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Liam Neeson

Revisited: Star Wars Episode I: The Phantom Menace

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Revisited: Star Wars Episode I: The Phantom Menace

Twenty years ago this week, I was caught up in the spectacle of the biggest pop culture event I had ever seen in my short two decades on earth. The triumphant return (according to all the promotional materials) of George Lucas to the franchise that changed movies forever was cause for feverish celebration. I remember seeing the headline of a review for Episode I in the days after the film’s opening that dared to disparage the first new Star Wars movie released in 16 years. It called the origin story of Anakin Skywalker The Phantom Movie.

I scoffed. I was having none it. As a die-hard Star Wars fan, the fact of The Phantom Menace’s existence was proof of its greatness. There was no way to convince me that the movie wasn’t anything other than what was promised: the greatest, most exciting movie event in a generation. After a stint in film school, twenty years of studying movies, and a hard-fought effort to refine my critical thinking skills – not just about movies, but everything – it’s no surprise that I don’t look at The Phantom Menace in the same way that I did a long time ago in a small town far, far away.

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The Ballad of Buster Scruggs

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The Ballad of Buster Scruggs

Joel and Ethan Coen have put their inimitable stamp on just about every film genre there is. Their movie The Ballad of Buster Scruggs isn’t even really their first attempt at an anthology. They previously turned in a segment in two different anthology collections. The first was for the film Paris, je t’aime, where each story is set in the City of Lights. The second was a three minute short for a film commissioned as a celebration of the 60th anniversary of the Cannes Film Festival, called Chacun son cinema.

Scruggs, however, is all Coen Brothers, from start to finish. The film contains no out-and-out clunkers, but, as is the case with most anthologies, the whole is a bit uneven.

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Widows

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Widows

It’s probably ridiculous for me to describe the Chicago-set crime thriller Widows as authentic. That’s not due to any fault with the movie. In fact, it’s nothing to do with the movie at all. It’s because I’ve lived almost 90% of my life in Texas. While I’ve done my fair share of traveling, I have not so much as set foot in the state of Illinois, let alone Chicago (a situation I’m anxious to rectify). Widows is as much about that city as it is anything else. It’s an incredibly authentic rendering of the Chicago of my imagination, which I’ve conjured through pop culture representations, journalism and non-fiction works, and basic cultural osmosis.

The movie weaves together fundamental Chicago touchstones into a dense and layered story: corrupt machine politics, a deadly criminal underworld, uneasy racial tensions. Meanwhile, the heist at the center of the movie is as taught and suspenseful as anything you’ll see on the screen this year.

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Love Actually

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Love Actually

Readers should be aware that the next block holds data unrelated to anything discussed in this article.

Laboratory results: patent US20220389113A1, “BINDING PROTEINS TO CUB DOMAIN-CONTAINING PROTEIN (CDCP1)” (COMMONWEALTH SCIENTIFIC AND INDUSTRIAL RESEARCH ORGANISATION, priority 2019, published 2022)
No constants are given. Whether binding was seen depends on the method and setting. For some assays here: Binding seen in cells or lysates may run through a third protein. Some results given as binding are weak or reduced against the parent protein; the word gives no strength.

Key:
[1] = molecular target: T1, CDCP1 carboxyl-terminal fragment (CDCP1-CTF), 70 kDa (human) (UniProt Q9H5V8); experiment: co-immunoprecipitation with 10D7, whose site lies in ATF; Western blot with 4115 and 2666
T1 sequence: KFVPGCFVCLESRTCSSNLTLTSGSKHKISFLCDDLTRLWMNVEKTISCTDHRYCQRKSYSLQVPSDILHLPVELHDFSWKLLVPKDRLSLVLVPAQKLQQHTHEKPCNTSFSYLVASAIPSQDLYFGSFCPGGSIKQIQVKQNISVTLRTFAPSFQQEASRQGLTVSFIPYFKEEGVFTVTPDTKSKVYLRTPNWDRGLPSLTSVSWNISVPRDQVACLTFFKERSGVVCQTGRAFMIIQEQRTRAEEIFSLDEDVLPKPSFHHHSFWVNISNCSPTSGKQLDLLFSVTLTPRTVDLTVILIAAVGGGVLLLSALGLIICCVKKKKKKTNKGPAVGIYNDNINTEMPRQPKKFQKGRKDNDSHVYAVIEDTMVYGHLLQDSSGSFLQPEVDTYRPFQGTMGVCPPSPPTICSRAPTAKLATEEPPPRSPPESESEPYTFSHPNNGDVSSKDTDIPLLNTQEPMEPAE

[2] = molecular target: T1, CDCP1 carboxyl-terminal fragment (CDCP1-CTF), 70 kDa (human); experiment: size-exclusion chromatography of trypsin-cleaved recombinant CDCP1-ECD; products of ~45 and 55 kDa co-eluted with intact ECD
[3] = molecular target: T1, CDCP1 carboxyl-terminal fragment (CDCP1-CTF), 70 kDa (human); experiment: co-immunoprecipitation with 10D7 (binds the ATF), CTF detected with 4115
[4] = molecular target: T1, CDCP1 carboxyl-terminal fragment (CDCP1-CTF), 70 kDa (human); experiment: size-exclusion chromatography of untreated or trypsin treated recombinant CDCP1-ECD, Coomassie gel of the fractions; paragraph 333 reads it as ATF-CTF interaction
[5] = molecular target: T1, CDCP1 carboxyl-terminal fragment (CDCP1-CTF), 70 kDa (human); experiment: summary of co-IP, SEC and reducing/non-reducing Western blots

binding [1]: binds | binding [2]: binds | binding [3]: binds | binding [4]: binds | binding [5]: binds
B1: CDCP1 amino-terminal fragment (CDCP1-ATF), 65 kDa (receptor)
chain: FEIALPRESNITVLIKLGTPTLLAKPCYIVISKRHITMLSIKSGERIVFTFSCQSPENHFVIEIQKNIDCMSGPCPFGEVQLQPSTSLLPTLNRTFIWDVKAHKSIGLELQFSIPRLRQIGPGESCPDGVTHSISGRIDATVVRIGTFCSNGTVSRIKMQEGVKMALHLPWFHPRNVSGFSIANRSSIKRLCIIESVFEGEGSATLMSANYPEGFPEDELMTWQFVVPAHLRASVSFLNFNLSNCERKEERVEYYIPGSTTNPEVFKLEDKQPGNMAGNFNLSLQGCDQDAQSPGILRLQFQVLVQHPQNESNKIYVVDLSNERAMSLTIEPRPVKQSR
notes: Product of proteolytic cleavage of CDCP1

I feel it in my fingers, I feel it in my toes… when the month of December rolls around, the need to watch Love Actually is a feeling that grows.  I’ve watched the movie at least a dozen times since friends introduced it to me seven or eight years ago. It delivers on that harmless popcorn flick level that never disappoints regardless of how many times you watch it. It’s endlessly quotable, and never fails to get laughs in all the right spots, despite year after year of viewing.

The first scene of the movie, when washed-up rock star Billy Mack attempts a comeback with a yule-themed reworking of The Trogg’s 60s hit Love is All Around, never fails to bring a smile to my face. Most of that joy is created by actor Bill Nighy’s gleefully mischievous performance as Mack. Nighy sinks his teeth into the persona of the has-been rock god like he’s biting into a thick medium-rare steak. I have to wonder if he didn’t serve as an example to the rest of the cast. Everyone involved in Love Actually takes the material they’re given – which is by turns cheesy, silly, funny, and depressing – and together they deliver an unabashedly heartfelt piece of entertainment that doesn’t have a cynical bone in its body. When the film leaves Nighy as he hilariously struggles to shoehorn the correct Christmas references into the song, composer Craig Armstrong transforms the melody into a sweeping orchestral piece as we meet the rest of the characters. The joy of that opening montage is infectious, and if you let it work its magic, you realize that love actually is all around.

Director Richard Curtis set out to make the definitive romantic comedy, so he wrote this tale of nine intersecting stories about the trials and tribulations of love set in the month leading up to Christmas. Based on how many knock-offs have come in the dozen years since Love Actually was released, it’s obvious quite a few screenwriters thought Curtis was on to something. From Valentine’s Day to New Year’s Eve to He’s Just Not that Into You, the formula has been copied, but not as successfully as in Love Actually. Most of that success is thanks to the cast taking Curtis’ over the top situations and creating unforgettable moments with their performances.

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